On Plotting/Outlining and the Benefits of Experience*

I find that after ~16 highly outlined novels, I mostly don’t need that scaffolding these days. The outlines have become internal to my head.

To elaborate: I find now that if I know where I’m going (almost always before I start the book) I no longer need to do much advance outlining. The things that I need to make a coherent story of the target length with all the bits that are needed for something to be a story are in my head in a very firm way.

If X is my goal then U, V, and W have to happen structurally to provide the story beats. It’s much less mechanistic than that, but that’s more or less how it works now. I know that the plot tools will be there when I need them, so I can focus on the themes and character and bigger picture.

I started to get the first flashes of it around novel number 10 and I’ve been using it ever since, but it really kicked in solidly with Crossed Blades, which was number 17.

This is almost entirely a function of experience. I’m up around 4-5 million words of fiction written counting all the stuff that fell by the wayside. I’ve got around a million words in print, another million that’s forthcoming or that I expect to publish, and 2-3 million that ended up on the cutting room floor.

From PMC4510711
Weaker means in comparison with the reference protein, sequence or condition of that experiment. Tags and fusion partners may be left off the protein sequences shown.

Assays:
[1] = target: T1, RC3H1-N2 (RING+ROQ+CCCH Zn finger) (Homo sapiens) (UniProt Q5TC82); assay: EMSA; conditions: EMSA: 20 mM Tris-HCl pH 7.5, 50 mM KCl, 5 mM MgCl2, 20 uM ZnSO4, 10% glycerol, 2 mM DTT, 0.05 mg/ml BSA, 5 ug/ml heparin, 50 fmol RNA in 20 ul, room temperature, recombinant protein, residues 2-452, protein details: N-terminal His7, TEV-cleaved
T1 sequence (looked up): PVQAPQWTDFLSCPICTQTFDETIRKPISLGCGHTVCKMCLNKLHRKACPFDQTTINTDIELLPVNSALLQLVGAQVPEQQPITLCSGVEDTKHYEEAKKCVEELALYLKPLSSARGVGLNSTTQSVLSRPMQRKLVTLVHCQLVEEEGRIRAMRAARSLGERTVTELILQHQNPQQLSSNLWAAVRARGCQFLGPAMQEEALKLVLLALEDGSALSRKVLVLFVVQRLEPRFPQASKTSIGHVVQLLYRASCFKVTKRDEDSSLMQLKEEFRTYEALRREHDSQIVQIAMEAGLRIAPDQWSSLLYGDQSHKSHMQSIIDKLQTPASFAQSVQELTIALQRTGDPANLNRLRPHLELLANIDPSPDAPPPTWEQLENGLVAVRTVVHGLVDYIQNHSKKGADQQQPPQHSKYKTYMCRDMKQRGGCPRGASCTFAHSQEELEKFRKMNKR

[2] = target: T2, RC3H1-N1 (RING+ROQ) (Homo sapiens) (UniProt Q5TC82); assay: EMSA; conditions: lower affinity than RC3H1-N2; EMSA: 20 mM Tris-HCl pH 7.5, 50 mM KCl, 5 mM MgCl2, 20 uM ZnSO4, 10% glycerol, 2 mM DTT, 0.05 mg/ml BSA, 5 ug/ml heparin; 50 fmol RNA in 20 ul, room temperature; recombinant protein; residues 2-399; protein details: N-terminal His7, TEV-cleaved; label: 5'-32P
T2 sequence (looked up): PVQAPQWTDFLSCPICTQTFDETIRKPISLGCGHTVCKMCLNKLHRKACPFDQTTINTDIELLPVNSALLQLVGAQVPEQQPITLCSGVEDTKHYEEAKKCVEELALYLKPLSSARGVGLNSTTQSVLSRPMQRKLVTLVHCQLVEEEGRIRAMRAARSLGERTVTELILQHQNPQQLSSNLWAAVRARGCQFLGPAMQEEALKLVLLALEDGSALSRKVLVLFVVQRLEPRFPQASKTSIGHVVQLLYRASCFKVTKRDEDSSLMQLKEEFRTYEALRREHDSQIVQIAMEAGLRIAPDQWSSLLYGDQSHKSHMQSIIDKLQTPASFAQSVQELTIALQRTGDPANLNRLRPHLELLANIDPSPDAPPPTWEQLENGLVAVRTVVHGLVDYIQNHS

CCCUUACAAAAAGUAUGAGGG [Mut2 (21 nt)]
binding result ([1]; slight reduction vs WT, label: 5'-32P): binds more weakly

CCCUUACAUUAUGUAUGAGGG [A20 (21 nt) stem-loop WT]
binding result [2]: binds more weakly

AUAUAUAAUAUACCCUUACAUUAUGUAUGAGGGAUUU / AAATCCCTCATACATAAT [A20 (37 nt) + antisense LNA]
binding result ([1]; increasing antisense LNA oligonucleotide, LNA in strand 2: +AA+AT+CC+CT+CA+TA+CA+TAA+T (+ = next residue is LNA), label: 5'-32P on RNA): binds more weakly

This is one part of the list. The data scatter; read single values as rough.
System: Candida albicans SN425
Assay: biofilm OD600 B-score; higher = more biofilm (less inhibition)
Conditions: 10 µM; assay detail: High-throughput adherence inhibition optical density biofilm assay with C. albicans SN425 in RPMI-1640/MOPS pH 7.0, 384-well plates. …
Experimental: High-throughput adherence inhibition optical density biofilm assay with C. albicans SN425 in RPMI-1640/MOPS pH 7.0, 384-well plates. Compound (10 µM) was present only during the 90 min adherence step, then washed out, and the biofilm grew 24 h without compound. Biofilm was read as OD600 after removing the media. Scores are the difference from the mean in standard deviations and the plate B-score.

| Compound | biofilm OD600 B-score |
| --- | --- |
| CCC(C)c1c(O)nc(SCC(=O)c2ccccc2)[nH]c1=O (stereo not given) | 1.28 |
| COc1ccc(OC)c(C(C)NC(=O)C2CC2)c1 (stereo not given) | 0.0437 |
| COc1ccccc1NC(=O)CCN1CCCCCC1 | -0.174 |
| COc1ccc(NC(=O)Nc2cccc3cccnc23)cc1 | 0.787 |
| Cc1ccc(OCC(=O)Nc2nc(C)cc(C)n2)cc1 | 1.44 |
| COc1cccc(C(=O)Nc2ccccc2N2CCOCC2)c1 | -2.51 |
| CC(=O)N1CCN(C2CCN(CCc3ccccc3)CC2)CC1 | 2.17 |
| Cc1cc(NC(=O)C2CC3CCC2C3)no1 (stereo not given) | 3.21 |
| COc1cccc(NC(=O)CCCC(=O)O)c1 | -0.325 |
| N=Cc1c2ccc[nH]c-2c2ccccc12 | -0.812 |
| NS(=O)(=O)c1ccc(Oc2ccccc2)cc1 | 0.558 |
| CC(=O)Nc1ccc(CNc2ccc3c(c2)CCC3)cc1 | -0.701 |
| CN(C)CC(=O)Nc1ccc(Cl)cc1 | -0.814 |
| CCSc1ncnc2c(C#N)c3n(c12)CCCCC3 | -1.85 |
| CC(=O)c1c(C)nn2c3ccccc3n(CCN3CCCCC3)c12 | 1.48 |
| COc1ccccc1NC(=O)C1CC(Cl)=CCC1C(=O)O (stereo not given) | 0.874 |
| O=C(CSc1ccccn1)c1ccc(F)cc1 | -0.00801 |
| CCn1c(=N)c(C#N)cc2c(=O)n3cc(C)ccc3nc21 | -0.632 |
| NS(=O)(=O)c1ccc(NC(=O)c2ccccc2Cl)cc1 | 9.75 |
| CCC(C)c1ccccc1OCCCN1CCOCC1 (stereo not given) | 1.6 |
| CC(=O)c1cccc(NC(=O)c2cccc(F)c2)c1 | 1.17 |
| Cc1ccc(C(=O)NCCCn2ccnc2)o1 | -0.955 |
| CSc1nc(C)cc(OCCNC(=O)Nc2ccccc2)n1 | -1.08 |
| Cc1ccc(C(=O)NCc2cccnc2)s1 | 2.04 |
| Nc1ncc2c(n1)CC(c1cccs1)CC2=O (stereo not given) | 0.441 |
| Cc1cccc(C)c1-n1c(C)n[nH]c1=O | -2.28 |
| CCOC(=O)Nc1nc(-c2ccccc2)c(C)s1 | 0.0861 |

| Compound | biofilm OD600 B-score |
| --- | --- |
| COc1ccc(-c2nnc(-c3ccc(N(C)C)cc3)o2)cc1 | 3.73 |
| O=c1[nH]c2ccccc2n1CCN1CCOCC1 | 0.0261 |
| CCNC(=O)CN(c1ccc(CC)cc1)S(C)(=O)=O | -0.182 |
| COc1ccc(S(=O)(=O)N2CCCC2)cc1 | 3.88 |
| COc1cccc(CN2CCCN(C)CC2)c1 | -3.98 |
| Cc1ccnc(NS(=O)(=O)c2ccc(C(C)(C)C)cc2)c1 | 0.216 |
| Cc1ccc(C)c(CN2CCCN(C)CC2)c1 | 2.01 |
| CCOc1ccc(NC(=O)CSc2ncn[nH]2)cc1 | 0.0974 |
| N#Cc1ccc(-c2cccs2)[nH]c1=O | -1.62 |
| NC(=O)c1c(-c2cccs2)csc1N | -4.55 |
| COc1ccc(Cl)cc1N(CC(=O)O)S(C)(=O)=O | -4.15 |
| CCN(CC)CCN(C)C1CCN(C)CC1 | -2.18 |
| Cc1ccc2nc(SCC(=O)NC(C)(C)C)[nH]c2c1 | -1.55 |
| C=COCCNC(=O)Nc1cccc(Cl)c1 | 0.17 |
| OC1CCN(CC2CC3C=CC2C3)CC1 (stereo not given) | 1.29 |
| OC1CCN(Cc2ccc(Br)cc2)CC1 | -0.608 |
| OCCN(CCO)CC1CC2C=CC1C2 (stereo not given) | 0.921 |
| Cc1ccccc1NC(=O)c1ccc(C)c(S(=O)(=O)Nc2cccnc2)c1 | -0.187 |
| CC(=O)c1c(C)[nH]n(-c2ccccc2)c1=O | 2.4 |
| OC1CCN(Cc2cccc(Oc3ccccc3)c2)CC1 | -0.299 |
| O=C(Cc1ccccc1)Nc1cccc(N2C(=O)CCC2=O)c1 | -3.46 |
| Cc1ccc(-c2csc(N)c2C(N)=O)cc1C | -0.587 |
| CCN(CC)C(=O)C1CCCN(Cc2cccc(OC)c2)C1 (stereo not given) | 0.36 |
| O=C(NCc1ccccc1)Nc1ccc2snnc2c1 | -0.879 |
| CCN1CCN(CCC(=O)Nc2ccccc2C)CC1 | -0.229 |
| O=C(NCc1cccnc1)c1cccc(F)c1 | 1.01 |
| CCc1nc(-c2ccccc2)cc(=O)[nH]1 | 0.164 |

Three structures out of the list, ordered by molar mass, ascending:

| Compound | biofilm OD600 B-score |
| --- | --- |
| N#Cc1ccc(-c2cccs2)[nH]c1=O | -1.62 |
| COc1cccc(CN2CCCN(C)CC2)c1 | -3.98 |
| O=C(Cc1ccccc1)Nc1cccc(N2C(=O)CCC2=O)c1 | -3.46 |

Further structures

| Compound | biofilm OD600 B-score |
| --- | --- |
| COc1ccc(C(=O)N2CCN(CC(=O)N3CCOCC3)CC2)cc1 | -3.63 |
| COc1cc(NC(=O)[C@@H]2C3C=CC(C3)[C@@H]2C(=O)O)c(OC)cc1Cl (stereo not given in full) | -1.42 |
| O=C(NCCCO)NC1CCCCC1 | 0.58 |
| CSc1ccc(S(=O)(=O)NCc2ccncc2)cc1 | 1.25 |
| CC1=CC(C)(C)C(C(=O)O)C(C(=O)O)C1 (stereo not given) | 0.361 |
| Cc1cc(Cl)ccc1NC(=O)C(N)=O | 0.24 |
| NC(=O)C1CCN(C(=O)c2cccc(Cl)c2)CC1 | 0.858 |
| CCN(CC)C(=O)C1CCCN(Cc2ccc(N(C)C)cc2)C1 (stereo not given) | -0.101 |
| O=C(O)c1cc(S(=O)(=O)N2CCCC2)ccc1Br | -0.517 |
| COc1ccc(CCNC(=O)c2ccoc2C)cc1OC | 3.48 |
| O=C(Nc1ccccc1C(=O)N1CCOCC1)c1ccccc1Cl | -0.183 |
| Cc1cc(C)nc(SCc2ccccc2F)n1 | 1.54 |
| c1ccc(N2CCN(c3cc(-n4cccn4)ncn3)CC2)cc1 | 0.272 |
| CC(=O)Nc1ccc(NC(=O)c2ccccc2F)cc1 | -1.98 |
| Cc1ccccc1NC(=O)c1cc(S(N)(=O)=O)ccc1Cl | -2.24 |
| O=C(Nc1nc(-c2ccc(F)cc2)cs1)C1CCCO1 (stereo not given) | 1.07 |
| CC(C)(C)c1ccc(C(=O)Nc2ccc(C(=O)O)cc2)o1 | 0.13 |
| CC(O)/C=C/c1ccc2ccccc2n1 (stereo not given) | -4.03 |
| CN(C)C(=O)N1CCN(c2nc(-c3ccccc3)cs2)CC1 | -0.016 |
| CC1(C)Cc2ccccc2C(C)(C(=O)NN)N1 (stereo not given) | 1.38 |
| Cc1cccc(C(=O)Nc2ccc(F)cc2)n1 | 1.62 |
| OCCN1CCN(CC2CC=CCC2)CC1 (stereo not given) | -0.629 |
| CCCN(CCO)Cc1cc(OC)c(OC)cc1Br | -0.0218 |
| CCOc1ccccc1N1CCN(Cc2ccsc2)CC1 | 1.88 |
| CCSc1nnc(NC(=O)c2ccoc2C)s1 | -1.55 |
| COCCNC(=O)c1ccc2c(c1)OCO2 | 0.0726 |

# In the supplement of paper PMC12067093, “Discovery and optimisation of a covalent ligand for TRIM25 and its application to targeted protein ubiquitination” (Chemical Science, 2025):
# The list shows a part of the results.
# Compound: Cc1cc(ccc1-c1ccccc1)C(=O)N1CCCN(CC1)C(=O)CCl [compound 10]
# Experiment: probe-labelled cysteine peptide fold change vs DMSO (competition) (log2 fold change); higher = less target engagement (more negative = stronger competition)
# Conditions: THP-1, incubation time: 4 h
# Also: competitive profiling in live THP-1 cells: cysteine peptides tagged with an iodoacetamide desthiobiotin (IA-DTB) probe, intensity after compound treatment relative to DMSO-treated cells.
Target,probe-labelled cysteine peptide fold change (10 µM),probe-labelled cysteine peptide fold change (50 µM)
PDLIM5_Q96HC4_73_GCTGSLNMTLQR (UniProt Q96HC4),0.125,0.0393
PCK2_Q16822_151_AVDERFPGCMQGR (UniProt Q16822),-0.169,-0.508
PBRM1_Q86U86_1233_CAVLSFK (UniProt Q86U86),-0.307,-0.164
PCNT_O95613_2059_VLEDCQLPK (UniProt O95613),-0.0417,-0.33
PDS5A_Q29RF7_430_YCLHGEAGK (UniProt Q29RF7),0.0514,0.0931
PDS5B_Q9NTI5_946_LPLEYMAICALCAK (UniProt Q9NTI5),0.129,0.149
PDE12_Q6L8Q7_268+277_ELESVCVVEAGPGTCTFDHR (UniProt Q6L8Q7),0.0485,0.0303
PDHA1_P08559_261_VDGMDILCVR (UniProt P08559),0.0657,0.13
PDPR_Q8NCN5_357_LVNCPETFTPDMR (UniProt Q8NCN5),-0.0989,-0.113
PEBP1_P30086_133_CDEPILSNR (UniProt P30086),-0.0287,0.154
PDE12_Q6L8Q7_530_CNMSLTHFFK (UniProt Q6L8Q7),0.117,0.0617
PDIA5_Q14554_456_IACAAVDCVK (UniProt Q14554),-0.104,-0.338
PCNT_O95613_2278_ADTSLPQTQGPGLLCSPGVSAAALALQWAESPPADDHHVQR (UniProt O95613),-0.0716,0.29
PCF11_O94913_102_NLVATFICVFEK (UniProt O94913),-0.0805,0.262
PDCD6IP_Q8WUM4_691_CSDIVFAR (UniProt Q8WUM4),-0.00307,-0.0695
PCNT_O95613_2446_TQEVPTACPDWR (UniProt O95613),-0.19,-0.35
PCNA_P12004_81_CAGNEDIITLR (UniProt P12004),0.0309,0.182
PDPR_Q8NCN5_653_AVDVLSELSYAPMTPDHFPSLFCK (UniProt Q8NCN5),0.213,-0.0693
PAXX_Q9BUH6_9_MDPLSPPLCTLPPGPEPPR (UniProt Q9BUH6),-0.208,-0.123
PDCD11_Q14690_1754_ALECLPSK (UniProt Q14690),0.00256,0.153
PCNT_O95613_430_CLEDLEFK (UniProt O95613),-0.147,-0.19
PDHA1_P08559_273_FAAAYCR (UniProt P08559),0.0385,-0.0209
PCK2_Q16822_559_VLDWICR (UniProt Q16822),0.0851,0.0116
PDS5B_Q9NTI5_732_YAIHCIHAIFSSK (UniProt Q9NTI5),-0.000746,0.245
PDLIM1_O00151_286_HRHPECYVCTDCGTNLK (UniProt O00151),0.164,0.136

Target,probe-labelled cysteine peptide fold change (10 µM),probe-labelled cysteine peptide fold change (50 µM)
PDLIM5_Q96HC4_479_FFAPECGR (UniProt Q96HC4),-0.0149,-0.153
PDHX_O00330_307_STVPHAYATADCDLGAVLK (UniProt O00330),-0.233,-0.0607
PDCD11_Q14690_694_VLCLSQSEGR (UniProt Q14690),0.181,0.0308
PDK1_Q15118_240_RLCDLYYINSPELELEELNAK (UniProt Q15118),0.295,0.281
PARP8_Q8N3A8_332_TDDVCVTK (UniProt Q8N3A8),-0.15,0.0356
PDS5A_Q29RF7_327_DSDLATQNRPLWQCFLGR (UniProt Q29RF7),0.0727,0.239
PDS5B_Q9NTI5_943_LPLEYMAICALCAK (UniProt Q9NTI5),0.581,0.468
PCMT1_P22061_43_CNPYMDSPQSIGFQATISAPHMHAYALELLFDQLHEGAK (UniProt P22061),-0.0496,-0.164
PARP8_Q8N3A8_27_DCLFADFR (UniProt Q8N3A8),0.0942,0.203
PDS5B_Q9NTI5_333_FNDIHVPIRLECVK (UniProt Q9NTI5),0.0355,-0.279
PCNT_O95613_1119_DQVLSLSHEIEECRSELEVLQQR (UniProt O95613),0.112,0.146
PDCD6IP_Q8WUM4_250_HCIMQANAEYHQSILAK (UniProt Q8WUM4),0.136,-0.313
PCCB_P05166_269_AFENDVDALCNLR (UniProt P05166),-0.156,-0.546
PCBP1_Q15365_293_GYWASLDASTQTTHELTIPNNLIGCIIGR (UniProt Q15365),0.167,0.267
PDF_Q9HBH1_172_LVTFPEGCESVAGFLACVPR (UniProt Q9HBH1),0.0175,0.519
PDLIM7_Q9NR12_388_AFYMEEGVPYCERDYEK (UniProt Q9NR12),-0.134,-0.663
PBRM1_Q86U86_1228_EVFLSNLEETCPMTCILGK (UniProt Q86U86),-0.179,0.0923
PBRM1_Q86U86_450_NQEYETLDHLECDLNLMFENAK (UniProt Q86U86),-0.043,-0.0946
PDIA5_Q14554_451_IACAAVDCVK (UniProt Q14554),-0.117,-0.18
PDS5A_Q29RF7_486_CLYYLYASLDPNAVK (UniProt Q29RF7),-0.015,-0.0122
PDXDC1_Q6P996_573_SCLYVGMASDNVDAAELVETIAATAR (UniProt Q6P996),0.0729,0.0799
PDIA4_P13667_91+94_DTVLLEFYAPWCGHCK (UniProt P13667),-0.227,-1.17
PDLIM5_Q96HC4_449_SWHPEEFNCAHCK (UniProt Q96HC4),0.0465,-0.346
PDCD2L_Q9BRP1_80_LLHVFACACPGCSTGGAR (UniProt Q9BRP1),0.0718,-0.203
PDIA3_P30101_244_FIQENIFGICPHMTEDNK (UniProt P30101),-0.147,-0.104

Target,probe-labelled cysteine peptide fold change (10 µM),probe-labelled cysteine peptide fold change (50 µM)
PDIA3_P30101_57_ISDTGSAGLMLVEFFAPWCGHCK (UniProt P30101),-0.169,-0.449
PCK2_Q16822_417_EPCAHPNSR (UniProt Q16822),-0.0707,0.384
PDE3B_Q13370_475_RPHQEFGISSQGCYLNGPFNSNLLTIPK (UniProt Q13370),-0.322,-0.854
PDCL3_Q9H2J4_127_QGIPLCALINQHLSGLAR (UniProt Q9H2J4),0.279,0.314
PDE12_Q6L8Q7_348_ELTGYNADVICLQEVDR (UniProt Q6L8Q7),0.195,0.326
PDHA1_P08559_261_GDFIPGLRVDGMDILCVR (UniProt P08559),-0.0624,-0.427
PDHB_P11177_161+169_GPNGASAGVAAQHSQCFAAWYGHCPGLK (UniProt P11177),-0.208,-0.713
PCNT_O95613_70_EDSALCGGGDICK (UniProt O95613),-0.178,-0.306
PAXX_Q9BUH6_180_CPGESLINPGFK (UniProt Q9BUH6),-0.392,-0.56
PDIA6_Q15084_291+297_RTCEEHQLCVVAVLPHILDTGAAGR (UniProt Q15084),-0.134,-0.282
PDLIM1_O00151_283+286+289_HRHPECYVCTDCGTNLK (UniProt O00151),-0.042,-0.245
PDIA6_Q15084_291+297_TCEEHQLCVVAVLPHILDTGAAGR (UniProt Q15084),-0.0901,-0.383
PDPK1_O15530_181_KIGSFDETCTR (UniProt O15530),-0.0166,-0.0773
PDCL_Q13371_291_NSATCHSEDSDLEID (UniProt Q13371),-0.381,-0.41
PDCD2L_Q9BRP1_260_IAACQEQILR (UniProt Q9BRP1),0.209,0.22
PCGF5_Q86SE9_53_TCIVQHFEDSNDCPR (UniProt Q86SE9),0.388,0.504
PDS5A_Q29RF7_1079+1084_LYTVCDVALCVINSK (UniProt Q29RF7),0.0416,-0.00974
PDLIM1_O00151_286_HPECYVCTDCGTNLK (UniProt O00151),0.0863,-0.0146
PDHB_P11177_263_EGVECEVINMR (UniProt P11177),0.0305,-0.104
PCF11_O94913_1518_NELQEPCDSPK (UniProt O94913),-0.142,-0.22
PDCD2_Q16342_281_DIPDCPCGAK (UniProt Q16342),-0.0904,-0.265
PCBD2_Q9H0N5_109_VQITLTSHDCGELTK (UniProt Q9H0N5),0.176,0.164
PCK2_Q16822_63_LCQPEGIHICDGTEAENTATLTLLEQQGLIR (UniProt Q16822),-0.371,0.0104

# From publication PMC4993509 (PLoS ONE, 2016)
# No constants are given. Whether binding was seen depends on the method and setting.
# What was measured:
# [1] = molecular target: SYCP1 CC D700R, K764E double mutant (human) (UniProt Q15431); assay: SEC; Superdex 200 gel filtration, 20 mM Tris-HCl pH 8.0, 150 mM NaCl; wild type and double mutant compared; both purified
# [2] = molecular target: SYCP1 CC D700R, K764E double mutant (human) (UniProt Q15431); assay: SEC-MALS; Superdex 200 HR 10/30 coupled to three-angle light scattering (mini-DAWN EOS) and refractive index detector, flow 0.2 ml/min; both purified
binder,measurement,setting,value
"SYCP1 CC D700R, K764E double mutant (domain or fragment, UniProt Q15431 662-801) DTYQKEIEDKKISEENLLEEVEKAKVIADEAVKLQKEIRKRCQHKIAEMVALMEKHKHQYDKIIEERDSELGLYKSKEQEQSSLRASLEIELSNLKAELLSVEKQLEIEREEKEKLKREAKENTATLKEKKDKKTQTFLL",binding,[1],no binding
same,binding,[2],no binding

That last 2 million plus was at least as valuable as the stuff I kept, since it represents reflection and change. I used to cut ~4 words for every survivor when I started. These days the ratio is reversed, but it took 20 years to get here.

The process has allowed me to create heuristics for writing a Kelly McCullough novel, heuristics which I constantly work to improve as I strive to become a better writer.

It’s that experience and that practice at solving the problems of writing a novel that allowed me to write Blade Reforged in 100 or so days and have something I could turn in without massive rework. Likewise, writing Drawn Blades in 88 days.

It used to take me a year to write a novel because I had to do a lot of backing and filling that I can avoid now. Mind you, I prefer to have 150-175 days, but it’s nice to know I can do it in less when I have to. Unfortunately, the only way that I know of to get there is to hammer out the work day after day and year after year.

*Importing and expanding my contributions from a Twitter conversation about plotting/outlining with Paul Weimer, Tobias Buckell & Damian G Walter